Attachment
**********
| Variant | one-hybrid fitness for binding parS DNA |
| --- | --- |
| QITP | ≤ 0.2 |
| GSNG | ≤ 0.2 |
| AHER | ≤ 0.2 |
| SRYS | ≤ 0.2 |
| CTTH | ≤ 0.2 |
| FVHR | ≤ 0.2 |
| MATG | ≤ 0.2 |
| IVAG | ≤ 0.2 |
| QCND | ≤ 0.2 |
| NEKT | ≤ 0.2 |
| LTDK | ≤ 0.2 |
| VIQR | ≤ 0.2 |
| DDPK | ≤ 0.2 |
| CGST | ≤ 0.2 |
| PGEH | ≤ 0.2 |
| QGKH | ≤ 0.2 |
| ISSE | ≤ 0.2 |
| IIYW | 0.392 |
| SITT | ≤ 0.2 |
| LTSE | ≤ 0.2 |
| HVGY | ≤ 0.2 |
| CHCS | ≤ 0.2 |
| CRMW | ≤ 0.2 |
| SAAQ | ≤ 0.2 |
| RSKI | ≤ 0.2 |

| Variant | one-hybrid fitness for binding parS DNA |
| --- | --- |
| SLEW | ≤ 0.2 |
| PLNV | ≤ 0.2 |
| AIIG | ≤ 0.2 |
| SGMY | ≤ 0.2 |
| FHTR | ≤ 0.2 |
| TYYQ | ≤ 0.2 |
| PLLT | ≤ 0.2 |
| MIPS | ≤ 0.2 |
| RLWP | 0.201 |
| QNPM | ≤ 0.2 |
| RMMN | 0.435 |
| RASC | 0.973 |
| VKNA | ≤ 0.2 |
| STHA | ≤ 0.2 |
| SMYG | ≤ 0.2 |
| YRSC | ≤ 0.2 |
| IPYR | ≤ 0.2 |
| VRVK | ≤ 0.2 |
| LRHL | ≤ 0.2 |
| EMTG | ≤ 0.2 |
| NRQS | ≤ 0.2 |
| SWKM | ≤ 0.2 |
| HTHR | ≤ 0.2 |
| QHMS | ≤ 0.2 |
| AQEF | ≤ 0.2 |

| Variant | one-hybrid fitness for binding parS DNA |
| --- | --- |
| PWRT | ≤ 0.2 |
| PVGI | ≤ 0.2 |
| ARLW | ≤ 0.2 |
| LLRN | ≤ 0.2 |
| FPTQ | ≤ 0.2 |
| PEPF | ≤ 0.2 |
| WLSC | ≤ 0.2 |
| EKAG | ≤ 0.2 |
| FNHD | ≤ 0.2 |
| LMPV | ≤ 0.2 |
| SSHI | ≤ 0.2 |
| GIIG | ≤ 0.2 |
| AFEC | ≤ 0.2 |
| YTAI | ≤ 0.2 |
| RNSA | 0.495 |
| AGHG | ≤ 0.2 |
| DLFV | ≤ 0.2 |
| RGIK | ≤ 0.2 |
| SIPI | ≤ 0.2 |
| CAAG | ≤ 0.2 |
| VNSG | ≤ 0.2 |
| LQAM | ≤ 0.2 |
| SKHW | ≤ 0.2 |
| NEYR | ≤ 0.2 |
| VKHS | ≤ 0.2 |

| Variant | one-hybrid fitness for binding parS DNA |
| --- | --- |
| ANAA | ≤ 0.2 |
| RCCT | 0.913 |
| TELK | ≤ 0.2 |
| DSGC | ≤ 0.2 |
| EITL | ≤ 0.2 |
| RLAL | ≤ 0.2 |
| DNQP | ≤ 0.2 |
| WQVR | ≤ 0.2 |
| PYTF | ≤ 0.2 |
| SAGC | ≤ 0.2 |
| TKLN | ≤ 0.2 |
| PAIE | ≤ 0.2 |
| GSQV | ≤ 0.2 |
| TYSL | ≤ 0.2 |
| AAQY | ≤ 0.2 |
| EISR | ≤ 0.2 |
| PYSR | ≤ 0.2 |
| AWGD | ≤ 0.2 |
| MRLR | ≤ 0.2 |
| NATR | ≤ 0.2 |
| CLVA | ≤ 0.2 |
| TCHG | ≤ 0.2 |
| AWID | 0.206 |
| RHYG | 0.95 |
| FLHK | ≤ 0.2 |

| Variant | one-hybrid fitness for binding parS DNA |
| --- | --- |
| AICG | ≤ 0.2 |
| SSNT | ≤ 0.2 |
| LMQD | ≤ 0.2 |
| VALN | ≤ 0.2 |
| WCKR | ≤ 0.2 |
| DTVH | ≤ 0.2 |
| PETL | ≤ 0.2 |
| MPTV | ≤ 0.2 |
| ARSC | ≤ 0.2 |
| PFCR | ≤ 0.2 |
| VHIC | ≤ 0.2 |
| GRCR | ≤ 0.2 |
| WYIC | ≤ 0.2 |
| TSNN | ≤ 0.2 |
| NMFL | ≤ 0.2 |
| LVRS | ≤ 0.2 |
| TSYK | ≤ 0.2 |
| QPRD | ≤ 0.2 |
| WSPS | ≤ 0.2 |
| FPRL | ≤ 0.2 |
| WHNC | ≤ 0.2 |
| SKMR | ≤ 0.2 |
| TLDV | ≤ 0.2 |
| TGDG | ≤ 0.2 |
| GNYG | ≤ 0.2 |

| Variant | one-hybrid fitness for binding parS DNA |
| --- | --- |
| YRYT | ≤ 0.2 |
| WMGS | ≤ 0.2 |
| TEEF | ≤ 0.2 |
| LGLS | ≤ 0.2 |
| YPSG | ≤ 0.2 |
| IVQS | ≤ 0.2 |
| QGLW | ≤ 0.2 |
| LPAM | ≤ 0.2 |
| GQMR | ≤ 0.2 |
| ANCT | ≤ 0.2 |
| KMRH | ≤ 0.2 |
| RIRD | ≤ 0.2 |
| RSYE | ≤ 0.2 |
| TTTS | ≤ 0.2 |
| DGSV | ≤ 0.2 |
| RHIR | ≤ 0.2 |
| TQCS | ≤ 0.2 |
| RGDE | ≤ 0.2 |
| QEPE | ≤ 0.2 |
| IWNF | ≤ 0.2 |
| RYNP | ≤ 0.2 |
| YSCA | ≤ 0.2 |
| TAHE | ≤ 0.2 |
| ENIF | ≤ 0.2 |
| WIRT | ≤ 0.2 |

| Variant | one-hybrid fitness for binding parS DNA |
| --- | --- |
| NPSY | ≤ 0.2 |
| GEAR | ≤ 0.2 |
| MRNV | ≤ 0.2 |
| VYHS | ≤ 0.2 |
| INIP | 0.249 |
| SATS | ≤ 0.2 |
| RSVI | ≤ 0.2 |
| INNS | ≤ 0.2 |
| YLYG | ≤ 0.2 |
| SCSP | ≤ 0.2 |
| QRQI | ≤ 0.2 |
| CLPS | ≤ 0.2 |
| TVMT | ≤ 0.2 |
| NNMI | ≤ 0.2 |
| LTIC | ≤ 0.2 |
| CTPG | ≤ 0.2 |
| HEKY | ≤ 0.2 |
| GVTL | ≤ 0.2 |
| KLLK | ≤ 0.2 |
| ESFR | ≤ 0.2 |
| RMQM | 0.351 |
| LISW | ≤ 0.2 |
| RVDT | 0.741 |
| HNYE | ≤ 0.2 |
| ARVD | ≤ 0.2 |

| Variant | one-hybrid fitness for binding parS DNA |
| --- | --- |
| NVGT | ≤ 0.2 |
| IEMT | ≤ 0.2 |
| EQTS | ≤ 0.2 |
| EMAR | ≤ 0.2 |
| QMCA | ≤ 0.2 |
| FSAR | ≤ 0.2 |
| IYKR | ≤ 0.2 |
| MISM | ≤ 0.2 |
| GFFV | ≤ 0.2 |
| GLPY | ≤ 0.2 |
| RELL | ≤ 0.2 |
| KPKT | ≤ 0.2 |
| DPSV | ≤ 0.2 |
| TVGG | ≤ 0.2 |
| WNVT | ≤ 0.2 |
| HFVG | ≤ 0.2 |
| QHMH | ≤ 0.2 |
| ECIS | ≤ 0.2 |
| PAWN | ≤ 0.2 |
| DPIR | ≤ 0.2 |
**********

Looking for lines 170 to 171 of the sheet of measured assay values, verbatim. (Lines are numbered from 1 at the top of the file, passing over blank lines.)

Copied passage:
| SATS | ≤ 0.2 |
| RSVI | ≤ 0.2 |